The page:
Listen to the NPR interview with Ian McEwan, ‘Sweet Tooth’ Pits Spy Vs. Scribe.

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Ian McEwan talks about writing and researching his novel Sweet Tooth.

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Mark-Twain2On Monday, October 7th, the Booked for the Day Book Group met to discuss the book Pudd’nhead Wilson by Mark Twain. Here are a few of the comments made during the meeting:

Everyone in the group thought the dialect was difficult to understand. Most of us had to re-read the passages several times.

In our discussion today we talked about “Nature versus Nurture” and most of us thought that Tom’s (Chambers) overindulgent upbringing was responsible for his flaws and failures. He definitely had a sense of entitlement that was fostered in him by his Father, Aunt and Uncle. In addition, Roxy’s favoritism toward Tom over Chambers did not help him to become a better man.

We talked about the role of Roxy in the switching of the babies and the fact that there were no repercussions for her. She essentially destroyed Chamber’s (Tom) life and yet he still was willing to give her a monthly allowance. We talked about how some children are still devoted to their parents no matter what they did.

There was a lot of discussion about the fact that Tom (Chambers) got away with murder. Since he was considered property, the murder charge was waived and he was sold down river. This was in the year 1853, the Civil War was from 1861-65 so Tom was a slave for possibly 8-12 years and then he probably was set free.

We talked about the difference between a slave in the town and being sold down river.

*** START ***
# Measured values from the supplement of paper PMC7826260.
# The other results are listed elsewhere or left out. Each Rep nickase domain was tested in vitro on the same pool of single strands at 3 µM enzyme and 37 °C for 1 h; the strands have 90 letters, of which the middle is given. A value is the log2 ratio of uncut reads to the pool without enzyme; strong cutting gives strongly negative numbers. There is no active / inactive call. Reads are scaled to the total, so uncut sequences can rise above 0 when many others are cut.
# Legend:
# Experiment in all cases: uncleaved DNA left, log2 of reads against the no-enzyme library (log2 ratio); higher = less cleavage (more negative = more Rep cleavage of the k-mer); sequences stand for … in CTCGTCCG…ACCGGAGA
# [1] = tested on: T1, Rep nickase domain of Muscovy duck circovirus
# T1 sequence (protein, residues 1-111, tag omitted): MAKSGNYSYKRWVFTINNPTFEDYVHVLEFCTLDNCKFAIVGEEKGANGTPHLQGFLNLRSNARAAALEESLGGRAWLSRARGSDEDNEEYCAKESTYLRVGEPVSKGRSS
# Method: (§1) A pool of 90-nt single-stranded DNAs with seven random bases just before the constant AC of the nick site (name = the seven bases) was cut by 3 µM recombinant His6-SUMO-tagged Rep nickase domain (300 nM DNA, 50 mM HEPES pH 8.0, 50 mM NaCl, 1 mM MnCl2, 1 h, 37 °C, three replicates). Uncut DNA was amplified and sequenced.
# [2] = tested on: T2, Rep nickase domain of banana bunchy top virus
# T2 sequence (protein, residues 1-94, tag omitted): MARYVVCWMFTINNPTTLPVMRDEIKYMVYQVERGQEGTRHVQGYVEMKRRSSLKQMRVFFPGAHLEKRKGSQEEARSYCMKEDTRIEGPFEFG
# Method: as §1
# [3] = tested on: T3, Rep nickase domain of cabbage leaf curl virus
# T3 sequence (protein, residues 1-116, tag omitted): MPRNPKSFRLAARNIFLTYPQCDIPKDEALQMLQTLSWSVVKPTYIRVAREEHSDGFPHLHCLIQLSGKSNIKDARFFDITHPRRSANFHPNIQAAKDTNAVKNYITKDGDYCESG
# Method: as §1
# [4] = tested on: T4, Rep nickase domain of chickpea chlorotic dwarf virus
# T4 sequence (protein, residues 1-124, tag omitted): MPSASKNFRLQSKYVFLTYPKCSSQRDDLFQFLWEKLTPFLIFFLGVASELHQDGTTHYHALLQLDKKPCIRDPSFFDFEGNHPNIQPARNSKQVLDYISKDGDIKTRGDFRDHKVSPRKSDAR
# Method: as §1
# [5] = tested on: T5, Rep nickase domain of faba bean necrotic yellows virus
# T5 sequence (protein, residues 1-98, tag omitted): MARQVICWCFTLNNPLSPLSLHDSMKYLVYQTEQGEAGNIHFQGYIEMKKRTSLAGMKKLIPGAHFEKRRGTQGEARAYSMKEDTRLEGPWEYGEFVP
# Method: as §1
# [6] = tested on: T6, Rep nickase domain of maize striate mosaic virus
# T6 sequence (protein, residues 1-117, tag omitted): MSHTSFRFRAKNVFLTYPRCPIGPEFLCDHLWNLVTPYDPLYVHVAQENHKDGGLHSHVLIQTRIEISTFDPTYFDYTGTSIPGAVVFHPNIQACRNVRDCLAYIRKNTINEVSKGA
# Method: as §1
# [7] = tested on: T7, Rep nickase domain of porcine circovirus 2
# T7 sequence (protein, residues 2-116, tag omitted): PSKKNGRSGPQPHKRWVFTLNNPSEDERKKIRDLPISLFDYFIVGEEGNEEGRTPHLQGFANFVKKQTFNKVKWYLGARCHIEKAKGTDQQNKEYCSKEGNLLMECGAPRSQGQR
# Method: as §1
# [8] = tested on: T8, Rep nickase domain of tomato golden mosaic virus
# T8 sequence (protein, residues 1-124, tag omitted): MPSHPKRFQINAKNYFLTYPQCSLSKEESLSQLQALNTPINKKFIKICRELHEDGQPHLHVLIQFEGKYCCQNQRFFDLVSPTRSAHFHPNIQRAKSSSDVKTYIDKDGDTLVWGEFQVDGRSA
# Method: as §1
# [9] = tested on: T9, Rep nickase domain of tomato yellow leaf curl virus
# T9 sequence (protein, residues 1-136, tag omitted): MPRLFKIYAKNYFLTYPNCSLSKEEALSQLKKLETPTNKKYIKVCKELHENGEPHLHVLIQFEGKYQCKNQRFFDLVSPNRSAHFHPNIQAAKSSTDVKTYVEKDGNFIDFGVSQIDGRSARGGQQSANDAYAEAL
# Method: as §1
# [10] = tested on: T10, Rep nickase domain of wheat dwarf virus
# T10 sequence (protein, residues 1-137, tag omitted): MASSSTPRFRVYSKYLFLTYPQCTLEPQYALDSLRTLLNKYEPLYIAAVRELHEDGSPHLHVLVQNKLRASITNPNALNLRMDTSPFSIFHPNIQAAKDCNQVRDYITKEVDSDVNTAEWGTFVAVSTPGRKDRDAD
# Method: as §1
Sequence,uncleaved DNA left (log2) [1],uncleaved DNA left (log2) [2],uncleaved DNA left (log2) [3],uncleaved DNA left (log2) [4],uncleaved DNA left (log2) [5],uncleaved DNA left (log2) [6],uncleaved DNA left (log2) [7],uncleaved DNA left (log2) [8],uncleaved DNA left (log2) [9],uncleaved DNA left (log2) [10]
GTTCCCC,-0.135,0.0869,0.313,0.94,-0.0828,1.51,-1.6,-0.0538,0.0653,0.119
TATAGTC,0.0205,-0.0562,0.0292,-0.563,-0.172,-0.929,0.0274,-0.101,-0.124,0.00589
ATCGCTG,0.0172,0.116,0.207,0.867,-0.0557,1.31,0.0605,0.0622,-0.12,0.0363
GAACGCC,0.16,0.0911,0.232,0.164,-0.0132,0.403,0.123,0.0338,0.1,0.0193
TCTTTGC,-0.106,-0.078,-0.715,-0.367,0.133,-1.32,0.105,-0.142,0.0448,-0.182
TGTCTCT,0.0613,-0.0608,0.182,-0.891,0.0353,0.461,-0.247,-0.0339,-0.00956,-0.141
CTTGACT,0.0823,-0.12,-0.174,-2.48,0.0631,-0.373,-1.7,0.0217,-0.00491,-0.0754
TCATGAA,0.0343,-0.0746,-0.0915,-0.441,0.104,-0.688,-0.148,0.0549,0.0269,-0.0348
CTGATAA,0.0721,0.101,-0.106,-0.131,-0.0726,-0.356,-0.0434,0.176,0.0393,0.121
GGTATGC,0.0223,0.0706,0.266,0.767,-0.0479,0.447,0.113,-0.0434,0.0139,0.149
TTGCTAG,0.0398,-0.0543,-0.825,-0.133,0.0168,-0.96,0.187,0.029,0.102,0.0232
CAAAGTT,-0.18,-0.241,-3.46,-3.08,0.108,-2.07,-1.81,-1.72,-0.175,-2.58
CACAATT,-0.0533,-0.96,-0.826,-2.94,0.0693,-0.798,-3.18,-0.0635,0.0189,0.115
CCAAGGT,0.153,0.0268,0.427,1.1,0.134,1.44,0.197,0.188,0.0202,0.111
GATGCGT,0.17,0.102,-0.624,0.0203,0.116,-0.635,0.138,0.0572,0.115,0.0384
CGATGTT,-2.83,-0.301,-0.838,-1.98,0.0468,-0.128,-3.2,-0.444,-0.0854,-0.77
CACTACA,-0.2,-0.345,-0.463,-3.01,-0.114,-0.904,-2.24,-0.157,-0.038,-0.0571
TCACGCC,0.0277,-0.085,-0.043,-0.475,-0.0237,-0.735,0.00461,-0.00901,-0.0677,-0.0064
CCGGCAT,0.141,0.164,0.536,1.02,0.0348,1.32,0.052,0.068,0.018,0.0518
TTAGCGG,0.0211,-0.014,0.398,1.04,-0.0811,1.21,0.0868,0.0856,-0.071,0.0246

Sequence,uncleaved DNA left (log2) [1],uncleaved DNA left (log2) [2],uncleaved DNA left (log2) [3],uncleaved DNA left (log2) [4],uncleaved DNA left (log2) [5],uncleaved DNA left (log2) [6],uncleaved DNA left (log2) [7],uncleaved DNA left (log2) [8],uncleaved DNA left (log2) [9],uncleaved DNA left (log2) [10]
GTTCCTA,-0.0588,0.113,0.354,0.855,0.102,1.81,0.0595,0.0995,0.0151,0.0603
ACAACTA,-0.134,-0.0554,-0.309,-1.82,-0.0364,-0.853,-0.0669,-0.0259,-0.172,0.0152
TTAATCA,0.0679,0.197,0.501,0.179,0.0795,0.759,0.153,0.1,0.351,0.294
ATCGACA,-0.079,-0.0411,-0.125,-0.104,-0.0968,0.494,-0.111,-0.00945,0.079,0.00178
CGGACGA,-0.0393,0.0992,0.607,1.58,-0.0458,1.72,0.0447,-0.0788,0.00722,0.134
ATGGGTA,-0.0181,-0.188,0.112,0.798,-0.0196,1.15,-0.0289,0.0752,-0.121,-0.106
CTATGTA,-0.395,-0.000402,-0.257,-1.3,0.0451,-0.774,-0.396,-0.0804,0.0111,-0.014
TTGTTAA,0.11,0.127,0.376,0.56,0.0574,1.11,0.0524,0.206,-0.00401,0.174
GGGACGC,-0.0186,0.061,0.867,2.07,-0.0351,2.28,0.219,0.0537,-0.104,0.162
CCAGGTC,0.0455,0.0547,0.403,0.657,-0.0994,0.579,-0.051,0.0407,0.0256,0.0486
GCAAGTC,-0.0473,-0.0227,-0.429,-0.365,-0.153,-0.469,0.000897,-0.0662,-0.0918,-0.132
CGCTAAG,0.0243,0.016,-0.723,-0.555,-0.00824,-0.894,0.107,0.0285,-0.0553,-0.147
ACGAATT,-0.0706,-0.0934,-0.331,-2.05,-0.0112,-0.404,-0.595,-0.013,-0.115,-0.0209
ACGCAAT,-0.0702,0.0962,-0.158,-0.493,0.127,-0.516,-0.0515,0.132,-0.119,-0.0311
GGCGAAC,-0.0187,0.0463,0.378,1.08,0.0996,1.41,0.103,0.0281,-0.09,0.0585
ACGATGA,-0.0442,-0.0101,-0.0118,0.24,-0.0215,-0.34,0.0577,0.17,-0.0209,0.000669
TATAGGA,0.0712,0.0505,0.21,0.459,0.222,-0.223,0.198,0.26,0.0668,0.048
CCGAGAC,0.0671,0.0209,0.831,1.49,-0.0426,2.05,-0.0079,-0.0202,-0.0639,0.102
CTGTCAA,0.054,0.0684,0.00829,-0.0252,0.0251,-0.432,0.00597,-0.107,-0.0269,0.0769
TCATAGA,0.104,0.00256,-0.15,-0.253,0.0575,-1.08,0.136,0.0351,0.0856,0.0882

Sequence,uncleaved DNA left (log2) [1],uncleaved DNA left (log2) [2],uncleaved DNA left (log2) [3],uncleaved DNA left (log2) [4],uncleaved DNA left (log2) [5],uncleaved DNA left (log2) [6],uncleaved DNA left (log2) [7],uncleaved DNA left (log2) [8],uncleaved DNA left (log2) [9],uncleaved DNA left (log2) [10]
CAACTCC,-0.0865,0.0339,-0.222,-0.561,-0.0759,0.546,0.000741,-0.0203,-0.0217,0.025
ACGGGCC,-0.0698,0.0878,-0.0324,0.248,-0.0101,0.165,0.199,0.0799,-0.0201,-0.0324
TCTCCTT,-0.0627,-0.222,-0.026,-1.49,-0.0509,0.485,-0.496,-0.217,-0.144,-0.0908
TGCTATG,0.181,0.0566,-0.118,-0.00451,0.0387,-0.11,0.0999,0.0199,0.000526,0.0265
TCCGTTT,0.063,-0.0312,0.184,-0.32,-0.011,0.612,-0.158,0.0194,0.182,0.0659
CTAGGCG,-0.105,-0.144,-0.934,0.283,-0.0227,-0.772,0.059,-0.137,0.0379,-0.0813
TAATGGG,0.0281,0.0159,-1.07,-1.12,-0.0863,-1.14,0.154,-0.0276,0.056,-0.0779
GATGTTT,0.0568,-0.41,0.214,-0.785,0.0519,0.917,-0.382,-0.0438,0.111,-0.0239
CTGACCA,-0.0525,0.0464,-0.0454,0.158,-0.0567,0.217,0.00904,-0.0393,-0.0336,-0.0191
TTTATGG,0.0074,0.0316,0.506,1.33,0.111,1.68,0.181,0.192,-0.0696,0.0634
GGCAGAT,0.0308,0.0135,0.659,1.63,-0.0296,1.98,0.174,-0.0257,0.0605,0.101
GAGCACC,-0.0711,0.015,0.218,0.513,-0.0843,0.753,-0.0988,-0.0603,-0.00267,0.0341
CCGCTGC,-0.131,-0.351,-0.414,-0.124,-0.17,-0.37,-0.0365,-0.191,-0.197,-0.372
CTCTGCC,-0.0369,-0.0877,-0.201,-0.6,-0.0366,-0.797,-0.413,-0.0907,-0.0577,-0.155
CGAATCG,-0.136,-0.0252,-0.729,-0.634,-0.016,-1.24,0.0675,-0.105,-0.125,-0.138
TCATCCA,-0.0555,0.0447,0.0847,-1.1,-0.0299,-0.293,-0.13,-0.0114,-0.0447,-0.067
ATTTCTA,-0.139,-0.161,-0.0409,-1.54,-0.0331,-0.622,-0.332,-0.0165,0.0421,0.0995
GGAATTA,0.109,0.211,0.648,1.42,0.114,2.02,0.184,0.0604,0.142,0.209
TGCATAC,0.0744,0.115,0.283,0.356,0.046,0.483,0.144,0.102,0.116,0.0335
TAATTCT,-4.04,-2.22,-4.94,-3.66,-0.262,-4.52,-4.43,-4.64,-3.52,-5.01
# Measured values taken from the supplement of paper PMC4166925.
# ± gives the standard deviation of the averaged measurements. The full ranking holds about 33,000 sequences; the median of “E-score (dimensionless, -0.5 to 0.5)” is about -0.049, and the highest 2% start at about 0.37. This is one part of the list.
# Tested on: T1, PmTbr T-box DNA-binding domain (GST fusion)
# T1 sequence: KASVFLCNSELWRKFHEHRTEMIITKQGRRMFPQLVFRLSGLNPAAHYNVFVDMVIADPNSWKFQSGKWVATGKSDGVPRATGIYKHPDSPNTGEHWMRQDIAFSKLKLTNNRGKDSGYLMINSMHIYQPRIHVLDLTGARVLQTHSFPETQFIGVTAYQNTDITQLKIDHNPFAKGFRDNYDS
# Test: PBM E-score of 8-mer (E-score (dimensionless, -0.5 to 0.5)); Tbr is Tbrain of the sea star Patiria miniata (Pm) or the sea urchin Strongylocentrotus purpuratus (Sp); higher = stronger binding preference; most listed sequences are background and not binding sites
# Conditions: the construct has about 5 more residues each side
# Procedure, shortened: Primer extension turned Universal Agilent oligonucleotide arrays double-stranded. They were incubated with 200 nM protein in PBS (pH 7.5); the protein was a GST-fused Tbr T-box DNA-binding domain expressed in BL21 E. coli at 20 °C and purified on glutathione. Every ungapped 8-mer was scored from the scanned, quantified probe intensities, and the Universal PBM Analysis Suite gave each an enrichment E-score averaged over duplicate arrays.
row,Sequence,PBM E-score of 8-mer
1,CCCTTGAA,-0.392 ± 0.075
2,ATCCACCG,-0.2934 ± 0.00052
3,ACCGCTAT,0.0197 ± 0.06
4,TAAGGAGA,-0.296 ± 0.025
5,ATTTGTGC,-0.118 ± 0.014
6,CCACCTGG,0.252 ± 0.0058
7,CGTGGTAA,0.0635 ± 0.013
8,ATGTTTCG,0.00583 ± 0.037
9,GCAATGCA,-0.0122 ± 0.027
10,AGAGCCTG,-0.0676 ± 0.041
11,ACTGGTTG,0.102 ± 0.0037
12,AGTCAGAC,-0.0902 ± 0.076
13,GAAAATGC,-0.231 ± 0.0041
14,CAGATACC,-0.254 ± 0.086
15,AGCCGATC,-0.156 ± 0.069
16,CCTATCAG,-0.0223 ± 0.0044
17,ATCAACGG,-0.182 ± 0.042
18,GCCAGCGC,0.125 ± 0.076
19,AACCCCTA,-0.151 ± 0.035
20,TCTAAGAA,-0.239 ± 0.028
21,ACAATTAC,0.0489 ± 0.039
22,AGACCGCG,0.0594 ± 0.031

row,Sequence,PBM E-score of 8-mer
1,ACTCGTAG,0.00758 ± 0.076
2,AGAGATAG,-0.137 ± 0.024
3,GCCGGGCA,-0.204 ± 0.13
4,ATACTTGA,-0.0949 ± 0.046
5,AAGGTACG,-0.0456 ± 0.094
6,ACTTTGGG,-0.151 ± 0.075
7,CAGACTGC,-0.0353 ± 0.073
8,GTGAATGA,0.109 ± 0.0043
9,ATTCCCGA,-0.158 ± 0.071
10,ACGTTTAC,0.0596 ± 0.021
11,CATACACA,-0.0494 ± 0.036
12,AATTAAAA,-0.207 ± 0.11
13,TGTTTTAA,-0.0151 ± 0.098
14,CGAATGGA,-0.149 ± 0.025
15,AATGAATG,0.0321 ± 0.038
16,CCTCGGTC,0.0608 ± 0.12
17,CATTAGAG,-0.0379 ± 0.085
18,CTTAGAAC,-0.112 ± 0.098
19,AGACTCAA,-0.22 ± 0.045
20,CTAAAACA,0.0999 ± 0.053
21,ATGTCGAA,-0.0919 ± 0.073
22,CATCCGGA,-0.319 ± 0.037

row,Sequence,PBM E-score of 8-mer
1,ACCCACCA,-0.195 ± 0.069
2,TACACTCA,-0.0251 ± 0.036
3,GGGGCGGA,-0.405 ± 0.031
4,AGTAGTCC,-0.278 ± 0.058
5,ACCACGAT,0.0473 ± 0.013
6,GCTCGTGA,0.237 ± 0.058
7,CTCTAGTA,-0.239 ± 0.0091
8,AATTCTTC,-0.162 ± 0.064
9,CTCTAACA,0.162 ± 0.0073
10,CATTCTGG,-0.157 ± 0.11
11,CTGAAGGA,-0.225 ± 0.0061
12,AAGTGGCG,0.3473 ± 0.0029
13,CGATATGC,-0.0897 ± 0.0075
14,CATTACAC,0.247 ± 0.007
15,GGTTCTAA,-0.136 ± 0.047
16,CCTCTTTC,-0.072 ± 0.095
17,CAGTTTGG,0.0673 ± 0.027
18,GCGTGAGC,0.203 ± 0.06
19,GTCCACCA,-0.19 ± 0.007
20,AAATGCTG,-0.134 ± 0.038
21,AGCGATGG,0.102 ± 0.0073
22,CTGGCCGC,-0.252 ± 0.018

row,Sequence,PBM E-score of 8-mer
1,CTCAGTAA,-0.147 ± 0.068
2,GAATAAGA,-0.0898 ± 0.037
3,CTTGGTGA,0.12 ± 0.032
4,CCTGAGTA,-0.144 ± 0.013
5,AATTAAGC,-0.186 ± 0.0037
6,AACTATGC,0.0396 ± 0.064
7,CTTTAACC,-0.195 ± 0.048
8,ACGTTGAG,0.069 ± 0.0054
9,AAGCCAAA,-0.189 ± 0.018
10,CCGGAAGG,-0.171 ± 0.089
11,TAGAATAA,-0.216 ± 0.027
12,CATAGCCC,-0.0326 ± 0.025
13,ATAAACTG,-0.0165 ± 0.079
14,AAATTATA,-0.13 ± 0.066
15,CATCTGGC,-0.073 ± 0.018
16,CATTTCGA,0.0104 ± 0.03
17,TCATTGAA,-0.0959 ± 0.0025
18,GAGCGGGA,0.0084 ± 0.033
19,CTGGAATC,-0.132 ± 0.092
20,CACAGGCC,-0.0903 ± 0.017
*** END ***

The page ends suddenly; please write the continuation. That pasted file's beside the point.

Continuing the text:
We laughed at Roxy’s comment to Tom, “what would your father think?” since Tom’s father never acknowledged him while he was alive, what made Roxy think Tom would care what he thought.

Some of us thought that Tom and Chambers had the same father and that is why Roxy was able to switch them so easily. We were all surprised when we learned he was not the father.

Another theme of the book is a very early look at the use of forensic evidence in detective work. In 1830, the time period of the book, fingerprinting was a completely foreign concept. But in 1890 when the book was written, Dr. Henry Faulds had just published an article in the Scientific Journal, “Nature” and was credited with the first finger print identification of a greasy finger print left on an alcohol bottle.

The comment was made about Percy Driscoll, that he is humane towards “slaves and other animals” which really brought home the darker side of our American history.

One of our members asked if we thought that a book like this could be written in this day and age. No one thought it would, even though the language used in the story was the language of the day.

We talked about Wilson’s comment on owning half the dog which seemed odd until you read Twain’s original short story, Those Extraordinary Twins.

We read some of our favorite calendar quotes.

Nobody thought that they would recommend this particular Mark Twain book.

These are just of few things mentioned during the discussion. Please feel free to add any of your thoughts in the comment section.

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puddinheadJoin us to discuss…

Pudd’nhead Wilson by Mark Twain

Monday, October 7th
11:00 am
Meeting Room B

At the beginning of Pudd’nhead Wilson a young slave woman, fearing for her infant son’s life, exchanges her light-skinned child with her master’s. From this rather simple premise Mark Twain fashioned one of his most entertainingly funny, yet biting novels.

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pwpros01As a promotional gimmick, for the book Pudd’nhead Wilson, The Century Magazine, (who bought the rights to the novel for $6500 from Twain) put together a pocket calendar for 1894.  The tiny pamphlet featured one of Pudd’nhead’s ironic aphorisms for each month in the year. It was so popular that a reprinting was done and two slightly different versions of the Calendar is in the Mark Twain Barrett Collection. Take a look if you have a chance. It is pretty amusing. The book was originally published in America, on 28 November 1894, as The Tragedy of Pudd’nhead Wilson and the Comedy of Those Extraordinary Twins.

Courtesy of a collection in The Clifton Waller Barrett Library, Special Collections,The University of Virginia Library